We’ve shown them what resistance looks like. Now let’s show them what war looks like.

This afternoon, at about 2:20, our members of Congress voted 217 to 213 to repeal Obamacare and replace it with something that would take health care from over 24 million Americans, cut Medicaid by $840 billion, severely scale back protections for people with preexisting conditions, and any number of other horrible things. And, then, these same people -the people who essentially voted to end the lives of our most vulnerable citizens – had the audacity to smile for cameras on the White House lawn alongside Donald Trump, as Mike Pence said that, after years of work, they’d finally taken a step toward giving “the American people the kind of health care they deserve.”

Yes, all of you Americans who don’t make enough for private insurance, and don’t have good jobs with benefits, you’re about to get what, in the eyes of the administration “you deserve.”

Pence didn’t, of course, mention that, under the new law, insurers could now choose to consider rape, postpartum depression and Cesarean sections preexisting conditions, allowing them to either charge more, or deny coverage altogether. He also didn’t mention the fact that this legislation, if passed by the Senate, would fund billions of dollars in new tax cuts for America’s super-wealthy. But I suppose none of that really matters to those who put the likes of Donald Trump and Paul Ryan into office. No, all they seem to care about is “getting the government out of health care,” regardless of how many lives might be lost. [Yes, the “death panel” Sarah Palin warned us of all those years ago, is actually a real thing after all.]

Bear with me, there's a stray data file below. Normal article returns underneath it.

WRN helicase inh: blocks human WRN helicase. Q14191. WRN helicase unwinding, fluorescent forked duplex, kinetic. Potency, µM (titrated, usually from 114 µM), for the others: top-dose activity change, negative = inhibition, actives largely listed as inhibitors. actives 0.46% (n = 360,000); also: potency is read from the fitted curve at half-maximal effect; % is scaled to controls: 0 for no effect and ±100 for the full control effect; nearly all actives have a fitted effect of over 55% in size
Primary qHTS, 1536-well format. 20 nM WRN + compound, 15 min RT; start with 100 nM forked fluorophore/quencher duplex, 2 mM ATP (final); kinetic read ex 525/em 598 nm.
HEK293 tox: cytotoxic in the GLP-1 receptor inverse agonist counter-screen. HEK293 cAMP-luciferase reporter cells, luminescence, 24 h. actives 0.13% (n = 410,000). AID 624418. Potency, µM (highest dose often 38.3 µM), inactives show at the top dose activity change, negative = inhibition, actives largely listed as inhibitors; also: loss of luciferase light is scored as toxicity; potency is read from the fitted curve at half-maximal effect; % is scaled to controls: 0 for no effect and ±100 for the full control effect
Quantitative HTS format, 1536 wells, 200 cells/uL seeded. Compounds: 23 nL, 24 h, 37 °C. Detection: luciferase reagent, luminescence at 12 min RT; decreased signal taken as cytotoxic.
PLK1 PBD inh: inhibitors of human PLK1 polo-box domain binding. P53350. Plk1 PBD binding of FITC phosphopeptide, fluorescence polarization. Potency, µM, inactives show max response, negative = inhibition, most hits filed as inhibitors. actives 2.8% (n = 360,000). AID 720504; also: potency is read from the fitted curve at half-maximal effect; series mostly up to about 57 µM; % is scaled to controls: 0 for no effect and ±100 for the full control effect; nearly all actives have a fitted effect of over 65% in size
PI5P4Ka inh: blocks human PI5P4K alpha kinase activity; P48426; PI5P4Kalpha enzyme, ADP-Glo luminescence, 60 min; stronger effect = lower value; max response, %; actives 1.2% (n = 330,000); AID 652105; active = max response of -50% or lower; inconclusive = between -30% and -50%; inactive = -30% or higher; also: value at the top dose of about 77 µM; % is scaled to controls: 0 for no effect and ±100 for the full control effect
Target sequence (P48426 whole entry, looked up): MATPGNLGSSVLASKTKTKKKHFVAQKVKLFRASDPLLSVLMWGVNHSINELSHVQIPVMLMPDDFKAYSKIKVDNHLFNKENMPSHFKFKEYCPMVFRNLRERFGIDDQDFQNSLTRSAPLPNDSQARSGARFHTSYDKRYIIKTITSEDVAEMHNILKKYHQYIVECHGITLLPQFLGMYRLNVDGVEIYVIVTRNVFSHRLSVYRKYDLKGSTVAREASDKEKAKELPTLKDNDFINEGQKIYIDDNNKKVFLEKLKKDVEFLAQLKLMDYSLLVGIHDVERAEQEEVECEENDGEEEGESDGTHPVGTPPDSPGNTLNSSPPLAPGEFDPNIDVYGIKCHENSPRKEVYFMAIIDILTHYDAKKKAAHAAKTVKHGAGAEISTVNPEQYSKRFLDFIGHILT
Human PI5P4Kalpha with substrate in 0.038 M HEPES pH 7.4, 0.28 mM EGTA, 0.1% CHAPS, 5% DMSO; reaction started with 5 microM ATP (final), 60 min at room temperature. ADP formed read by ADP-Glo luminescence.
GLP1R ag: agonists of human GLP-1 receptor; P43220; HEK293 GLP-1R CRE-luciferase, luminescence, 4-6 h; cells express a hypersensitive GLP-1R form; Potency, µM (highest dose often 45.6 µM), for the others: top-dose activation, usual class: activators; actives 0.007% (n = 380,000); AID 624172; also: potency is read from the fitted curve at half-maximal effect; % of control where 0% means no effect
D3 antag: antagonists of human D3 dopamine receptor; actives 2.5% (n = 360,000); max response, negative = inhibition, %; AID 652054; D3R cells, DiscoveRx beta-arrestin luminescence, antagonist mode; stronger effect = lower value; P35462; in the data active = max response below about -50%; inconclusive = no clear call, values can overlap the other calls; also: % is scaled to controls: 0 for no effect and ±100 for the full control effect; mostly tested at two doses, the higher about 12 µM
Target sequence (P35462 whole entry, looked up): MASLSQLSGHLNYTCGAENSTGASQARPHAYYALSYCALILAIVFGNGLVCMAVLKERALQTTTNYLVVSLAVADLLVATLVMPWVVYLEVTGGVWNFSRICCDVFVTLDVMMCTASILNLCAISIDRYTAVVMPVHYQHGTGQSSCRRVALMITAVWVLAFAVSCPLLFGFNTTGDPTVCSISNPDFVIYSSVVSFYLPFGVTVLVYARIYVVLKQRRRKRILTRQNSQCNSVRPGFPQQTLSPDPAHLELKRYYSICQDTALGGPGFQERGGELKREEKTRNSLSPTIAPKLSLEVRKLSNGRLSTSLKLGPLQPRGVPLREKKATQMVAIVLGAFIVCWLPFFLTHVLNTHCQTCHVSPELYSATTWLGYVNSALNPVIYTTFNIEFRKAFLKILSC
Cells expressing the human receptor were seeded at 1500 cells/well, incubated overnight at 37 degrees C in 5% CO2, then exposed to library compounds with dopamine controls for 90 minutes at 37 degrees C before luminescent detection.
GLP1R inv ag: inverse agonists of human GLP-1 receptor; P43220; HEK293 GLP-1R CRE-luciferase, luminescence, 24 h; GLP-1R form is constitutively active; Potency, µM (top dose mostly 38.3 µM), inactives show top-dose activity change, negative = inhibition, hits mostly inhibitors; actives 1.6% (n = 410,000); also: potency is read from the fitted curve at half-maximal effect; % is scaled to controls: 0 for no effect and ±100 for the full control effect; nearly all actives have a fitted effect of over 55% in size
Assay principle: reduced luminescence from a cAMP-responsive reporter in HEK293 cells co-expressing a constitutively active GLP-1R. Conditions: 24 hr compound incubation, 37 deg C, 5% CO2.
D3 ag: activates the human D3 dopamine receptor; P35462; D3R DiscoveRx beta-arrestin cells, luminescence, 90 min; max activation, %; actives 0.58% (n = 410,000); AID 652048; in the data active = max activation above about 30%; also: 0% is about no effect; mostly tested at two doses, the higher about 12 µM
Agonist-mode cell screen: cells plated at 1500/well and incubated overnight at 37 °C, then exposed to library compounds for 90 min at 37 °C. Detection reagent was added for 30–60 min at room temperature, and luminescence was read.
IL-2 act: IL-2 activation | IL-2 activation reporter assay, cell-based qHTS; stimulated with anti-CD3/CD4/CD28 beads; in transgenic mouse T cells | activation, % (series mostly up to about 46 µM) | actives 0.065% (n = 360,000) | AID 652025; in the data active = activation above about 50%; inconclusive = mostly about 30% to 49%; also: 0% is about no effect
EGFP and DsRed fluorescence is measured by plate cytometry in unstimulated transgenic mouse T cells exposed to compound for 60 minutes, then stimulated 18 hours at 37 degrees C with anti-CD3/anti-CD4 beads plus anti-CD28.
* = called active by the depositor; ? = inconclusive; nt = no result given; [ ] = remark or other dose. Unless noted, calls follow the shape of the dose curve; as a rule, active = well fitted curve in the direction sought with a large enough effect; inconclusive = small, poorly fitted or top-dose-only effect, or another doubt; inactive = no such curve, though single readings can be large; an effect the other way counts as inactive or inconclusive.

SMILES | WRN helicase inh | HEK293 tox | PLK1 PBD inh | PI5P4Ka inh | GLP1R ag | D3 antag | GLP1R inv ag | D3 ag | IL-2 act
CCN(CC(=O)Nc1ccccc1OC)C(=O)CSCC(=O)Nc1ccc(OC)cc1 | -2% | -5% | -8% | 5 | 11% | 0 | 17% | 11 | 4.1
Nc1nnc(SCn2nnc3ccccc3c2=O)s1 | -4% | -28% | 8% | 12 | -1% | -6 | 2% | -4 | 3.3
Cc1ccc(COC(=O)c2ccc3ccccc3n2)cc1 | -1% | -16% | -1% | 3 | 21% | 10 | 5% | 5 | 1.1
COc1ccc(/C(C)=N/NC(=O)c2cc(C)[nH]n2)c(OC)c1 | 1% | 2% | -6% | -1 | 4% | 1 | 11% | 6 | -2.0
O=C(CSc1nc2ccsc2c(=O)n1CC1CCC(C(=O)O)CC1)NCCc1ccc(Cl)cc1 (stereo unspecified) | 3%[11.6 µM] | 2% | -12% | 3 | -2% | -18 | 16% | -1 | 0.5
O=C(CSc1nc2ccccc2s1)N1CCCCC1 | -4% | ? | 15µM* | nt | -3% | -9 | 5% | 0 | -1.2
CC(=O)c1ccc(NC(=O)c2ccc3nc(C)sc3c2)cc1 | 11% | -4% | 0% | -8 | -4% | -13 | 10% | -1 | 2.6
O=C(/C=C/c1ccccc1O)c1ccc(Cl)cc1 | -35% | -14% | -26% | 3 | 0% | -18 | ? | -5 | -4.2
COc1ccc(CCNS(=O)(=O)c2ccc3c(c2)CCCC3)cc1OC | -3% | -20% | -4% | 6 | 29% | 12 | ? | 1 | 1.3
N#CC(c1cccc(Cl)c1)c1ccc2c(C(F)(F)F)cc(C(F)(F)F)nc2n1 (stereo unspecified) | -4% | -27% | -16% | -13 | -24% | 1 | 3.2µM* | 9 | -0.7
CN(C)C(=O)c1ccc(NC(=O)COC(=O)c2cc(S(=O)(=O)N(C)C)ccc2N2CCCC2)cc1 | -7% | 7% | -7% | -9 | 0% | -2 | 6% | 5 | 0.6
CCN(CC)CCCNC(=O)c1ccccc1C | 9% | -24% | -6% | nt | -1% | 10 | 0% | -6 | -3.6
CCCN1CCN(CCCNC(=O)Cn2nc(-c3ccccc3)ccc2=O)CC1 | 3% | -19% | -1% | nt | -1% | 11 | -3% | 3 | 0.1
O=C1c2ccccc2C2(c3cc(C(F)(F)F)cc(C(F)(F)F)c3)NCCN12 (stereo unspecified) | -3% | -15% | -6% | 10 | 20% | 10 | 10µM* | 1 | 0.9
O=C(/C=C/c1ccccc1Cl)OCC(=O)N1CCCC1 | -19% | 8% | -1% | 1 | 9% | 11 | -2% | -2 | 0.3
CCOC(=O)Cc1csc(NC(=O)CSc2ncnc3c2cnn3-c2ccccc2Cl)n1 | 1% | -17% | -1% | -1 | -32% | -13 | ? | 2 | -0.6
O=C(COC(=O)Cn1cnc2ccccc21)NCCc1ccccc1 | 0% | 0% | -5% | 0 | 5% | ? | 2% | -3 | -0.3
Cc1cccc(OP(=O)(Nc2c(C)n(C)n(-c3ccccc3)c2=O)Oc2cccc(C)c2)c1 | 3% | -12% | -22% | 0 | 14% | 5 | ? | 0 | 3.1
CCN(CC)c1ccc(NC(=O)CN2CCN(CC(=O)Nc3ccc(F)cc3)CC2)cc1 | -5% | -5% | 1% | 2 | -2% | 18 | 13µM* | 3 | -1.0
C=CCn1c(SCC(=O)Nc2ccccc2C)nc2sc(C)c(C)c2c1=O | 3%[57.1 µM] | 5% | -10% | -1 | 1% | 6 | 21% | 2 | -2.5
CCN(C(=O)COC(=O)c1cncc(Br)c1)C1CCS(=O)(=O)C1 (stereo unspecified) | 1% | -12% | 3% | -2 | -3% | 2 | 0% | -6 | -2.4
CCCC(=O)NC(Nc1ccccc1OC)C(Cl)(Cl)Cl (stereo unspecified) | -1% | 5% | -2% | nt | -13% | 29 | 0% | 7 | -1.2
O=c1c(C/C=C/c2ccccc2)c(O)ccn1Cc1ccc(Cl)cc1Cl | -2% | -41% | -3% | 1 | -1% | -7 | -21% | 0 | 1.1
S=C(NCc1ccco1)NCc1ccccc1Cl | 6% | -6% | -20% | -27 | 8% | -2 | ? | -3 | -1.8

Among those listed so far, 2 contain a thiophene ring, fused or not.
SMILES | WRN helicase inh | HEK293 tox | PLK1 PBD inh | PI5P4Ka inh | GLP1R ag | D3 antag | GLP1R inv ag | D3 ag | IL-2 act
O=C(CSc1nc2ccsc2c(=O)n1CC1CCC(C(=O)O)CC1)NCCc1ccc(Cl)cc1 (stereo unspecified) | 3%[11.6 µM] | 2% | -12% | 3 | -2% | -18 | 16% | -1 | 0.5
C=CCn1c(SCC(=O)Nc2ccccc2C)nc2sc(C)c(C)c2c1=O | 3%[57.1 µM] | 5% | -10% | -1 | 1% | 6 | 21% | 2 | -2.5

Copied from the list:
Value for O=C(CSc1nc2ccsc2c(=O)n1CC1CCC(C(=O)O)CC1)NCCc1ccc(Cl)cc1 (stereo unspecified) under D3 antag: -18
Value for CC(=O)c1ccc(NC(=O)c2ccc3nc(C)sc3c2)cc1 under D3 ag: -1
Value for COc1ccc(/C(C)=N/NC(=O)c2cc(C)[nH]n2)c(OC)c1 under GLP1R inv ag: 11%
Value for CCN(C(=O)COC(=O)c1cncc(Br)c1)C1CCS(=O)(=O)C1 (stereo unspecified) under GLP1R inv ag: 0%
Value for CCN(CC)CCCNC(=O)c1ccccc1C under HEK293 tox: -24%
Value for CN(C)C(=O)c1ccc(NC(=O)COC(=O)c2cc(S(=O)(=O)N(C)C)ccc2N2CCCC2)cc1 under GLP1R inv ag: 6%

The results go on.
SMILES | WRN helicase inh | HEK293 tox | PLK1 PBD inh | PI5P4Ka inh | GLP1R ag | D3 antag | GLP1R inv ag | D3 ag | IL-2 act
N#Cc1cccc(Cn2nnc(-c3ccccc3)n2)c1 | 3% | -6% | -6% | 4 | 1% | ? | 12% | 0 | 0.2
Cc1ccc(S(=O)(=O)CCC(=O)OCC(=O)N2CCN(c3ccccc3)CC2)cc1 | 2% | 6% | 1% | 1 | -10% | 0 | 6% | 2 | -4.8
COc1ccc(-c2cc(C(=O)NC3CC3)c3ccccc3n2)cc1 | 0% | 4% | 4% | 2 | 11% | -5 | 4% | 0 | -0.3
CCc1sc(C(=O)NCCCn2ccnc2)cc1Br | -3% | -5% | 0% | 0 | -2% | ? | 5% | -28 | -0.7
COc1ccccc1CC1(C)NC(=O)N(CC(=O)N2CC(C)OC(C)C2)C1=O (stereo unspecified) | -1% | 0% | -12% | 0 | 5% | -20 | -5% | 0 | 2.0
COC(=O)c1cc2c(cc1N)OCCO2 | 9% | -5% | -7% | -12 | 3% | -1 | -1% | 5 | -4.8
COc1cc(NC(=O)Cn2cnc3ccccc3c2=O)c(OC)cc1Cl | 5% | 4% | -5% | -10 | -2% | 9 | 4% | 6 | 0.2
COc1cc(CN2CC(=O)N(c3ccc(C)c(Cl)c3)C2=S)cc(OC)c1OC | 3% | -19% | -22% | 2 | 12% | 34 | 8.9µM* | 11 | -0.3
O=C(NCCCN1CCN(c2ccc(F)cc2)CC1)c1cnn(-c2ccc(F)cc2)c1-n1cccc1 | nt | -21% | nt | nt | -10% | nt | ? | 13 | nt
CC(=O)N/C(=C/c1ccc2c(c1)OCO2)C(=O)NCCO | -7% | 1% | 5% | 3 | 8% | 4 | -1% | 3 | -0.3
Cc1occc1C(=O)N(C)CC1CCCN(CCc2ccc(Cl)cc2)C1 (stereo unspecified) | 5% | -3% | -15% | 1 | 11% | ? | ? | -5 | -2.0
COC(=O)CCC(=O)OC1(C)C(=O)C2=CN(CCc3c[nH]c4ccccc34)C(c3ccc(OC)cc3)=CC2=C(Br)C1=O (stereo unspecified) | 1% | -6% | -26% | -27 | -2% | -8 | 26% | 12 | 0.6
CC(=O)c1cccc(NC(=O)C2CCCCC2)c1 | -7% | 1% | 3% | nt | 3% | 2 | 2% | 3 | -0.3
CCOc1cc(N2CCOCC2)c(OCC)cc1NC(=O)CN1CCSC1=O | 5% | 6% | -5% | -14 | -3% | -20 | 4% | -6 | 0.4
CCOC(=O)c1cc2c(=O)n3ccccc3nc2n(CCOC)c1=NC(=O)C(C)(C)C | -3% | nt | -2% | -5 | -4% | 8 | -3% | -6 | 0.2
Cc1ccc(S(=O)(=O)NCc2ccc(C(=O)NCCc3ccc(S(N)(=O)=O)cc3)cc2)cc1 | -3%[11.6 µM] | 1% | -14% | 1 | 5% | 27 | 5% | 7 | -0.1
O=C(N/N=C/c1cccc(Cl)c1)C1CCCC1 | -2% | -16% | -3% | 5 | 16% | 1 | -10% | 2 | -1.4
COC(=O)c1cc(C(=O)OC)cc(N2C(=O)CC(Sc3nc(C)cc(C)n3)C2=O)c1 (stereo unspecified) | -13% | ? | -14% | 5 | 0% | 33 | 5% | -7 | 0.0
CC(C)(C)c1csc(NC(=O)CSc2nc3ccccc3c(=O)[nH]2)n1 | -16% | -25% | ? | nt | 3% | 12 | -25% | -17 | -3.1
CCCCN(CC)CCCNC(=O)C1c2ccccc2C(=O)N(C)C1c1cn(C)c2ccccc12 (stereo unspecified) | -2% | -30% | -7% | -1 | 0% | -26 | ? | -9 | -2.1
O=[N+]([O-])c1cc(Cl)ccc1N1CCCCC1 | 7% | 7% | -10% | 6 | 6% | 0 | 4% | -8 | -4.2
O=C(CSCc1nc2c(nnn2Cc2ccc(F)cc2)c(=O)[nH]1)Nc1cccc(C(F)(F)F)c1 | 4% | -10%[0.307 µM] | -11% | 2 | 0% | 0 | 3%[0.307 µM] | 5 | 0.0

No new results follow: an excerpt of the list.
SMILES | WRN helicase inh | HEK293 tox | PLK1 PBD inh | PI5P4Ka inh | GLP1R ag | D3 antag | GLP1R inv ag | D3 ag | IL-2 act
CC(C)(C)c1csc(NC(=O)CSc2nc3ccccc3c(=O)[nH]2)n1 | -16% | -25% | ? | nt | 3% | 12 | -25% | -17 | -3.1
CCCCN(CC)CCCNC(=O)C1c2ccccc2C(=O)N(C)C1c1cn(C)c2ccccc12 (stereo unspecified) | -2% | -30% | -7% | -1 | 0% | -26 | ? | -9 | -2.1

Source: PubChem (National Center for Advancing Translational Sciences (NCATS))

So, the question is, “How do we, the people who can actually see what’s going on, respond?”

Well, I’m of the opinion that we need to make the House Republicans who voted for this feel as much pain as we’re able to inflict, and we need to make it happen immediately. We not only need to build a movement to drive them from office, but, perhaps just as importantly, we need to demonstrate to the Republicans in the Senate that there will be very real consequences if they choose to pass this inhuman monstrosity of a bill into law. And we need to do so right away, as I’m sure the administration is working like hell to get this through the Senate before the American people realize what’s happening.

As others have said online today, we cannot allow this temporary advance in the Trump agenda be seen as a victory. I know they’re celebrating on the White House lawn, and acting as though Trumpcare is now the law of the land, but it’s not. They want for us to think that it’s a foregone conclusion, but that’s not the case. And we can’t allow them to take their victory lap. We can’t allow them to gain any more momentum. We need to strike back immediately, and strike back hard.

And, I know it’s going to hurt, but we’re going to have to dig deep and break out the checkbooks before we take to the streets.

Here’s how we do it.

Right now, there are three House seats are in play. One is in Montana, where people will vote on May 25, and the other two are in Georgia and South Carolina, where special elections will take place on June 20. All three will be difficult races to be sure, given how red the states in question are, but I don’t imagine it’ll exactly help the Republican candidates vying for those seats that their party just voted to rob over 24 million Americans of their health care. And, there’s also the fact that, just recently, the Democratic candidate in a special House election in Kansas lost by a mere 7 points in a district where Trump beat Clinton by 27 points. Things seem to be turning, even in the reddest of states, and we’ve got a chance to demonstrate that in Montana, Georgia and South Carolina.